With $135.7bn in global investment, Fintech is clearly one of the most attractive sectors for disruptors and innovators.
But, unlike banking, the traditional Insurance industry proved itself to be more resistant towards disruption, which is not surprising, since one needs volume and scale for the probability models to kick in. In the end, it’s math and actuarial science that make it possible to earn on risks.
Mathematics, on par with industry regulations and all-pervading market coverage by industry “old-timers”, creates high entry barriers for new players. Ironically, the same factors also prevent traditional Insurers from showing significant YOY growth. This means that the companies need to optimise costs, find new market segments and offer personalised services that appeal to customers to stay profitable, and digital transformation is critical in delivering on these goals.
“Traditional business models are being challenged and not by innovation in insurtech per se, but by technology shifts in other industries”, says Mike Randall, CEO at Ricston (an IT consulting company working with fintech). “Let’s take automotive, which was traditionally hard to disrupt. Technology innovation and the increase in IoT led to the ability to gain far more data inputs from vehicles. Given an ability to connect with these data sources, one could better assess risks and therefore drive premiums to the most relevant demographic“, he explains. “That’s a significant opportunity for insurance companies, allowing them to offer competitive rates, but also causing the industry to rethink their technology stack. Some of our clients recognised the need for such digital transformation early on and turned to an API-led connectivity approach, harvesting the first results today ”, Mr Randall concludes.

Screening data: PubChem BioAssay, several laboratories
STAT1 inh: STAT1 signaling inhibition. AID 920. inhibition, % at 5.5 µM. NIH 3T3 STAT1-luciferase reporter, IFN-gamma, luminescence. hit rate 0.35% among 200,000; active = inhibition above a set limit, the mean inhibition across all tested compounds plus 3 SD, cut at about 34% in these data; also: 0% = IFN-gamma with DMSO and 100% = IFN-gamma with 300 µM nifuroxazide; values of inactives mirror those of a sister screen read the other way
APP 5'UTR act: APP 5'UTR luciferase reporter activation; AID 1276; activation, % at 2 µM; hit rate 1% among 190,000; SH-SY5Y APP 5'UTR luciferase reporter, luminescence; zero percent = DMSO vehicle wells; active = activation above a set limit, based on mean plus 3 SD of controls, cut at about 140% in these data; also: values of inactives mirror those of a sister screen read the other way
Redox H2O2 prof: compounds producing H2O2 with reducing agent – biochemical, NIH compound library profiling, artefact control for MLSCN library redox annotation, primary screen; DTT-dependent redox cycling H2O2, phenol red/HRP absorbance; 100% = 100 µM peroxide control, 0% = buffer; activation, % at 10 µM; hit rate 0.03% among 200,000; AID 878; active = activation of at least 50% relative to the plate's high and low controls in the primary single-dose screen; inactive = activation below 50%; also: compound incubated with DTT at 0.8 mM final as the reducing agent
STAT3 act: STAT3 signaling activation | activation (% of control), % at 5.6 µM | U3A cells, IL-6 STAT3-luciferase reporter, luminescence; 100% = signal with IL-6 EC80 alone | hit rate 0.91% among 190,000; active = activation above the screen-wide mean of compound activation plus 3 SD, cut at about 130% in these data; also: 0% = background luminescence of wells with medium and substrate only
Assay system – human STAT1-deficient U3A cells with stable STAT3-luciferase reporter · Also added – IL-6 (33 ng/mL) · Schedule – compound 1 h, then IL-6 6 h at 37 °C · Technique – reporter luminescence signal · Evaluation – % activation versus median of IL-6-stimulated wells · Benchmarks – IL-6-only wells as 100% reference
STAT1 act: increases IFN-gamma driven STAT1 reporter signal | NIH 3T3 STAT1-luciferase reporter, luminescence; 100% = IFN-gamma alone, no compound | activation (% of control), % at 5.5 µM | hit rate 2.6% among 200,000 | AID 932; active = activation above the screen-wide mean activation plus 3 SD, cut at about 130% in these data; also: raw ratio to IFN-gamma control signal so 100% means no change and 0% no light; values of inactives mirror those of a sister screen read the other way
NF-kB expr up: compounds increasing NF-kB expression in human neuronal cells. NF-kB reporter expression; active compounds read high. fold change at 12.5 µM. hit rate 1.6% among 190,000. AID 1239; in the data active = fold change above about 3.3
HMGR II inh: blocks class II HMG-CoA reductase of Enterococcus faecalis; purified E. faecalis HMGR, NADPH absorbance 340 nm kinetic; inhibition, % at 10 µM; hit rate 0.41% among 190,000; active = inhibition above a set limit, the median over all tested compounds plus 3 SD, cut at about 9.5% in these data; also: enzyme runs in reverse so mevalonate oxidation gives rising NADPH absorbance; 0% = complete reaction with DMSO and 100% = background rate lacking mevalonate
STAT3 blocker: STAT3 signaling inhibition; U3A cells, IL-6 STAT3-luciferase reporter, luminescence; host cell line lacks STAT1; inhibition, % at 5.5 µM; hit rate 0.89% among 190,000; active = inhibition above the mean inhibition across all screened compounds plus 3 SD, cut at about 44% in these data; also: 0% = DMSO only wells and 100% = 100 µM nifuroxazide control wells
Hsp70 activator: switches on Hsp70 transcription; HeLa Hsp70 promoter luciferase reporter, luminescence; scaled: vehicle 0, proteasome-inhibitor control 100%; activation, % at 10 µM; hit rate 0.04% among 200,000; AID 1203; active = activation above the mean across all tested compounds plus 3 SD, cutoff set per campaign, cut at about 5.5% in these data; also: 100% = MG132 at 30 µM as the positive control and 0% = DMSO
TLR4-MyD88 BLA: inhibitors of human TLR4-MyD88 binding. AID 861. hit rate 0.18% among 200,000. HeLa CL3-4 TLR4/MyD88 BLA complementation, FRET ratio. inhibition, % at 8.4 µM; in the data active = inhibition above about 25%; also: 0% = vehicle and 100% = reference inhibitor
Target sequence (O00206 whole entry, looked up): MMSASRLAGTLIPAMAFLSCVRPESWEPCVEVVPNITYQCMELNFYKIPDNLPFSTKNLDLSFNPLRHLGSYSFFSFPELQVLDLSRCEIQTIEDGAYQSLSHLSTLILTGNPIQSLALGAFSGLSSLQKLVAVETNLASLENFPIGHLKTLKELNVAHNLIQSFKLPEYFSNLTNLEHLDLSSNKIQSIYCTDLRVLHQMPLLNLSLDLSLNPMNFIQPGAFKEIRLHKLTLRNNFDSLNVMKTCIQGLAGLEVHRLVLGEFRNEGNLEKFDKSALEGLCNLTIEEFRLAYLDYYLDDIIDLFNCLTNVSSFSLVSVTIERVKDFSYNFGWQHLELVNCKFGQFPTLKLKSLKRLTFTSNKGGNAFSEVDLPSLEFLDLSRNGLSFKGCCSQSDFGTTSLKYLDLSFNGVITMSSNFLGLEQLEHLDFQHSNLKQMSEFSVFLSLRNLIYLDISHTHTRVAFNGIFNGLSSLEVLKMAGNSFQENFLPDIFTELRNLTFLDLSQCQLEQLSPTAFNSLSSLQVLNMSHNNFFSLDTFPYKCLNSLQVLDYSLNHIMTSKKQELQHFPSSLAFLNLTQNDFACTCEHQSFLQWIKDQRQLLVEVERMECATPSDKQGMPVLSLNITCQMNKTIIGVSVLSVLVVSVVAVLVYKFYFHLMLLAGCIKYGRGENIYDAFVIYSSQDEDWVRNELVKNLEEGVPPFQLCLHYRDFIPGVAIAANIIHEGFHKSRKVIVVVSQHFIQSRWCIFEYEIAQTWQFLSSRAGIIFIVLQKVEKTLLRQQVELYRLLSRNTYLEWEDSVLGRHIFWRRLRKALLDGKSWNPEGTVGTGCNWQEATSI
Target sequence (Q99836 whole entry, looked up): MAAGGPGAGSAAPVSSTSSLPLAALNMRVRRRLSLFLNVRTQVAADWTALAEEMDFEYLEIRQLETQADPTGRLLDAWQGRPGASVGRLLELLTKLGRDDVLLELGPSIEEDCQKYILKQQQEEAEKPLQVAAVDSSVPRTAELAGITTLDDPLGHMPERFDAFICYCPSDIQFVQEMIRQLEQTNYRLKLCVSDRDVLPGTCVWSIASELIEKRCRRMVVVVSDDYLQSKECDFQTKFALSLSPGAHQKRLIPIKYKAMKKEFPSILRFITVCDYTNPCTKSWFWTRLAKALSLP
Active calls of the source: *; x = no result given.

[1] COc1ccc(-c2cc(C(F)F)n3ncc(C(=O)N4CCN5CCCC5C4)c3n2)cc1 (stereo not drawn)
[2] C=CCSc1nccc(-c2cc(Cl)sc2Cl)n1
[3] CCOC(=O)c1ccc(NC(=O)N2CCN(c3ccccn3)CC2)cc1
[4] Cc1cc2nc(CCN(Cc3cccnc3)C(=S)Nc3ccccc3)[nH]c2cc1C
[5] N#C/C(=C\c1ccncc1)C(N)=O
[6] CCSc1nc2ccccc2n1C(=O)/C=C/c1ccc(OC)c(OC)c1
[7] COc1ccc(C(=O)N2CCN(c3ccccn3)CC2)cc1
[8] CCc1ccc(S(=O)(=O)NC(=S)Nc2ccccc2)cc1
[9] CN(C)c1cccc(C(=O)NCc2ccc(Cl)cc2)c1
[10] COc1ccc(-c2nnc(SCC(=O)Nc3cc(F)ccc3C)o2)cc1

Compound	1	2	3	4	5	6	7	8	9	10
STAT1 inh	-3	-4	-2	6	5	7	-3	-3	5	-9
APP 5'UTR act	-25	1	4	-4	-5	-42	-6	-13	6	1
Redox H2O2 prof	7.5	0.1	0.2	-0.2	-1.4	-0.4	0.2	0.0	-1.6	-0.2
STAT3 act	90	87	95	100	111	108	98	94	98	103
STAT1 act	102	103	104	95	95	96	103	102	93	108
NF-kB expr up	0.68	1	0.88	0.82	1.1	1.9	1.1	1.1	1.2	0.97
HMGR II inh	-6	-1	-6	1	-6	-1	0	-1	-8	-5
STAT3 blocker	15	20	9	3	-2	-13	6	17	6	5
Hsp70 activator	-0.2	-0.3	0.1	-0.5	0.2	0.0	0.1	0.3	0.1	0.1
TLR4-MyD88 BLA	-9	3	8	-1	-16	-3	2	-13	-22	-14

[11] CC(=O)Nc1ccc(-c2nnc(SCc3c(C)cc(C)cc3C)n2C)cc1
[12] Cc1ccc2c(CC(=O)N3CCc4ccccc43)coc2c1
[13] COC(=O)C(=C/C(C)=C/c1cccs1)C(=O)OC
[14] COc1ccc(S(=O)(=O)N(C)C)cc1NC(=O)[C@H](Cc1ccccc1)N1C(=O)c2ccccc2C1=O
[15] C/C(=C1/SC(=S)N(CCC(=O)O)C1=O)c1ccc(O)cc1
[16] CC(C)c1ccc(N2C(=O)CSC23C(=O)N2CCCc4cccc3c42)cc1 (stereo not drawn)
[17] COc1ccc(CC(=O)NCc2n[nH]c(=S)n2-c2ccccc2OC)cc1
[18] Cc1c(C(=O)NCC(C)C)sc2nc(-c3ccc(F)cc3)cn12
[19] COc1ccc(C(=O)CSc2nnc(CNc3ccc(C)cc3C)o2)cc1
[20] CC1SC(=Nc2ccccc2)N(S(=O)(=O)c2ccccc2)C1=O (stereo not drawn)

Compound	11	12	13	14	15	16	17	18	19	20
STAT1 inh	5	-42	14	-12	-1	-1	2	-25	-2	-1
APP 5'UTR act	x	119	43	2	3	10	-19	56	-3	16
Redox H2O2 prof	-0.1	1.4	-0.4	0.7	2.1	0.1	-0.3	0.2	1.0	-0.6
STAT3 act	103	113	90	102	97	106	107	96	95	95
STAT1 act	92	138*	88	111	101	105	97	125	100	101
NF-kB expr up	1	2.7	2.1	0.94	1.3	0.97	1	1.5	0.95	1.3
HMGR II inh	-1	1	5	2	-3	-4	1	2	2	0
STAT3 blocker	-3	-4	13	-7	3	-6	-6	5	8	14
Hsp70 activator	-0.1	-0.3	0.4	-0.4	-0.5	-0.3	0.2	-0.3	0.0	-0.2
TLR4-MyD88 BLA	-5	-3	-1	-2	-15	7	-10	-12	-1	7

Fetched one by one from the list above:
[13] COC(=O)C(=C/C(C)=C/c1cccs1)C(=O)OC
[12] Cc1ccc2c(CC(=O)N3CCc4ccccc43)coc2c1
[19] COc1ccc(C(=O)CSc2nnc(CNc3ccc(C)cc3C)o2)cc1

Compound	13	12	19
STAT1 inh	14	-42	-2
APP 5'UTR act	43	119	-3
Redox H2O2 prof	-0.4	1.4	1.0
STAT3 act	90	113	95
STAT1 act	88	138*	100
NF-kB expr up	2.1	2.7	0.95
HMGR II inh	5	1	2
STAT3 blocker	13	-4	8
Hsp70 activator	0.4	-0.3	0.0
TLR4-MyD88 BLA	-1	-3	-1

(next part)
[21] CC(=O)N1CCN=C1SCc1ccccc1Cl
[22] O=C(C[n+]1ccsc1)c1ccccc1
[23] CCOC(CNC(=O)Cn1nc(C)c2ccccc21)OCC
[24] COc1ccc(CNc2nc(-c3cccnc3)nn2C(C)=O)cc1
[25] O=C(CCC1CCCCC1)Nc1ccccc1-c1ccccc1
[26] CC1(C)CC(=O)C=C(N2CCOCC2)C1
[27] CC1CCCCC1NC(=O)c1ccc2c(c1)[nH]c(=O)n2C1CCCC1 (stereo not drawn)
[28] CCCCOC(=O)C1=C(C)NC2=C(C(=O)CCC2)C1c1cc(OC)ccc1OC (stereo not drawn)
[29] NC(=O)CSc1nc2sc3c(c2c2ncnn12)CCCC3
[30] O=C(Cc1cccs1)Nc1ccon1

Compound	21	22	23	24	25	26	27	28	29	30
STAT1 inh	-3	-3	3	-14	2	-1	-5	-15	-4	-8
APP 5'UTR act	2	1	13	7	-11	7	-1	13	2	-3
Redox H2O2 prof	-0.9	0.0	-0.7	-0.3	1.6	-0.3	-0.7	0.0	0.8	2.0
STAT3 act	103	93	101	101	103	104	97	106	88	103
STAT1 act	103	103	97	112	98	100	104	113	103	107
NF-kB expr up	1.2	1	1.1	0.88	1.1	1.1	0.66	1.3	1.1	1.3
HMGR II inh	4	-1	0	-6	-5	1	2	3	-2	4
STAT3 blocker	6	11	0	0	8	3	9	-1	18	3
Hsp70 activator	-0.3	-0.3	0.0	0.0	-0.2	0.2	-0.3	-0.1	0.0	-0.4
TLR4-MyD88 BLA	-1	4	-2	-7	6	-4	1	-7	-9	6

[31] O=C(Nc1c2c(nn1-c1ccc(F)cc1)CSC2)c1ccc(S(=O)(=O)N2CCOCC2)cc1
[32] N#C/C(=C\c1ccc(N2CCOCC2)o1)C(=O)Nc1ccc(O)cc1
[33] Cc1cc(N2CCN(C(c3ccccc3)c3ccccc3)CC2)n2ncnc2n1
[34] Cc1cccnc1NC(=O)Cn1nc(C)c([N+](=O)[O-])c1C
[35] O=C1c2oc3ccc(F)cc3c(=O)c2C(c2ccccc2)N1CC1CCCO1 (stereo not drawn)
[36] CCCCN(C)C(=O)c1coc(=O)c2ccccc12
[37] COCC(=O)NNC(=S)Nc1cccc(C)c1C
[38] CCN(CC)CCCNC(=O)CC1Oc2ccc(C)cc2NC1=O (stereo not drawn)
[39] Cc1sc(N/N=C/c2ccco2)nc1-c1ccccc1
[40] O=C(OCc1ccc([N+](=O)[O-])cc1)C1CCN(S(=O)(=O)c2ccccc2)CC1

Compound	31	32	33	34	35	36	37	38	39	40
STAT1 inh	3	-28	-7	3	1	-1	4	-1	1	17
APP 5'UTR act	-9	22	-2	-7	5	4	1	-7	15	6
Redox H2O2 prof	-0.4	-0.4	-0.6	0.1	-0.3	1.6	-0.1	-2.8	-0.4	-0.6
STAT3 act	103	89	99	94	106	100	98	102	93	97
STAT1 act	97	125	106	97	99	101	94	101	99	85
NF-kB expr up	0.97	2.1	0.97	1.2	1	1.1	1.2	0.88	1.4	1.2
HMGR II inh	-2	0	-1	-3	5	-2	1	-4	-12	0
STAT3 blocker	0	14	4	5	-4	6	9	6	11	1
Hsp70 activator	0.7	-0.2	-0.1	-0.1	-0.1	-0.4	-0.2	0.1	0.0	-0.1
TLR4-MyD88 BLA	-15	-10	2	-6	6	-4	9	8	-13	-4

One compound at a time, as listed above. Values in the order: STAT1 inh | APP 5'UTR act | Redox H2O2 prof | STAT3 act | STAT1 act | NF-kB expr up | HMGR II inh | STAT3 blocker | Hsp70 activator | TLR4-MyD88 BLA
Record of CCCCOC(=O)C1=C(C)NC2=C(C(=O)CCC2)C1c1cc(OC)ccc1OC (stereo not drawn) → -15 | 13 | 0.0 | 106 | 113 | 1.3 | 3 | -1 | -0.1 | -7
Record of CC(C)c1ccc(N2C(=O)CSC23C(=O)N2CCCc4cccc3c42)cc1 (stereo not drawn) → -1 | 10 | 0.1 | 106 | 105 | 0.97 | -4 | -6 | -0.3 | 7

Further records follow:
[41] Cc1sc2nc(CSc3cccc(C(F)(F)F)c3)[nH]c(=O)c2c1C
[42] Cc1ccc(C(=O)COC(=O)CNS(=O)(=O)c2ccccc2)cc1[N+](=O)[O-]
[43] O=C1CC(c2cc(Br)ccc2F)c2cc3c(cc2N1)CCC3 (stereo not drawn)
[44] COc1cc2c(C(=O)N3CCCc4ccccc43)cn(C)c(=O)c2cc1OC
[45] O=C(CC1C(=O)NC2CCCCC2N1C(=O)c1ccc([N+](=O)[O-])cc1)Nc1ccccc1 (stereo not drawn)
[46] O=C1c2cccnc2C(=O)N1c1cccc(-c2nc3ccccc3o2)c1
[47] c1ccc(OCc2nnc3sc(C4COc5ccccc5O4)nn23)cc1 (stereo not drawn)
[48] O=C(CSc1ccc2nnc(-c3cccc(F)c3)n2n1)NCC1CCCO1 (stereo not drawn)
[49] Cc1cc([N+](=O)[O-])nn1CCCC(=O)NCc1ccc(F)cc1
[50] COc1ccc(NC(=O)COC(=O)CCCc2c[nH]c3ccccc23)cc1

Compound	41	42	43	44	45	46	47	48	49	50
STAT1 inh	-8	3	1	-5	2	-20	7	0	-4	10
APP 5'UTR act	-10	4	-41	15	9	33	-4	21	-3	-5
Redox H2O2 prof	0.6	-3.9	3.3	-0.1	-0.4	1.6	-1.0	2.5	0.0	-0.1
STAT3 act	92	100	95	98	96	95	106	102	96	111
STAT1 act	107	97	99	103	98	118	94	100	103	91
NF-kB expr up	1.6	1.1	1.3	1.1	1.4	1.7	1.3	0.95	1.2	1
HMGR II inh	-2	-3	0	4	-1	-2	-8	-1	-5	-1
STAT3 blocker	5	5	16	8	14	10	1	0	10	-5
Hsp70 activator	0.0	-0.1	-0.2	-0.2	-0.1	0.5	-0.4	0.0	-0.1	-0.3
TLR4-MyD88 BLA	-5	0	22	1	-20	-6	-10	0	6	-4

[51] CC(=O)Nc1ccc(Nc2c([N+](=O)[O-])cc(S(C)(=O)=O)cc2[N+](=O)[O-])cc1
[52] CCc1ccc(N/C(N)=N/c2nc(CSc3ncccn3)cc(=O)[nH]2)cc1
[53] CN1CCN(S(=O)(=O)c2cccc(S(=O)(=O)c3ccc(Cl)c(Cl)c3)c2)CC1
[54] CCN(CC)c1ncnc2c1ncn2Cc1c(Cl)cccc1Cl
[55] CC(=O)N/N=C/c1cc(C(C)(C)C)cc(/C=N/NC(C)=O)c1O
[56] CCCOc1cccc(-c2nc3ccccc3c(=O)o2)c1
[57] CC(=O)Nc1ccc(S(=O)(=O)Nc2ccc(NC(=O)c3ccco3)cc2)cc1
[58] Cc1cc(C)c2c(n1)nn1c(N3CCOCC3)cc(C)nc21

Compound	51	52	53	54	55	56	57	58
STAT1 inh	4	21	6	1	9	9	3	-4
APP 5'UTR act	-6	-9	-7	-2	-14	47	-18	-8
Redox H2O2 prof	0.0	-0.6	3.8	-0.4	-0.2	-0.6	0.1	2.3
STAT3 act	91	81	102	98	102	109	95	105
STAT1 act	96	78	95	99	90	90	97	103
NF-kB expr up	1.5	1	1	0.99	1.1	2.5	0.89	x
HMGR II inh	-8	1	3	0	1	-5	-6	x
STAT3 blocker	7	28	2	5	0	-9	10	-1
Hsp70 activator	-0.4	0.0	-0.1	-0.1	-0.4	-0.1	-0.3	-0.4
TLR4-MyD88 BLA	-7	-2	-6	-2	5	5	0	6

For instance, multinational insurance provider Zurich Insurance is utilising the benefits of an API-economy by creating easy to use, purposeful APIs for their partners and customers to integrate their risk management systems and share data and information together.
And it is not only B2B integration that can benefit an insurance company. APIs can also be used internally to connect backend systems to streamline business management processes and raise efficiency across all subsidiaries worldwide.
"When you operate a diversified global business obtaining a 360 degree view of your customer base is very challenging", explains Kevin Jervis, CTO at Ricston; he continuous, "risk profiles and calculations associated with insurance products, and therefore, quotes and prices will vary depending on which geographic region of the business is handling an account, furthermore, subsidiaries may use different back-office systems". Jervis argues that "one of the solutions is to create a micro-services architecture to enable a common CRM to 'source' data from disparate systems and streamline federated quote-to-cash processes; for instance, the broad connectivity and data sourcing capabilities of MuleSoft's Anypoint Platform are being successfully utilised to enable process automation and end-to-end visibility in Salesforce today".
Public insurance companies, such as icare, are focusing on unlocking their legacy systems and radically redefining end-user experiences to meet mobile-centric market demand. Kevin Jervis explains that this is also achieved with an API-led connectivity approach, “where APIs are used to wrap the core system complexities and enable the orchestration of processes to expose the required data to the consumer”.
Meanwhile, shifting global economics and demographics, rising customer expectations and changing digital environment cause significant challenges and create additional pressure for the companies to become more adaptive.
“The need to adapt and adapt fast becomes crucial for traditional finance industry stakeholders, we’ve put our bet on API-led connectivity approach and are working towards achieving a composable enterprise vision ”, says Mr. Randall.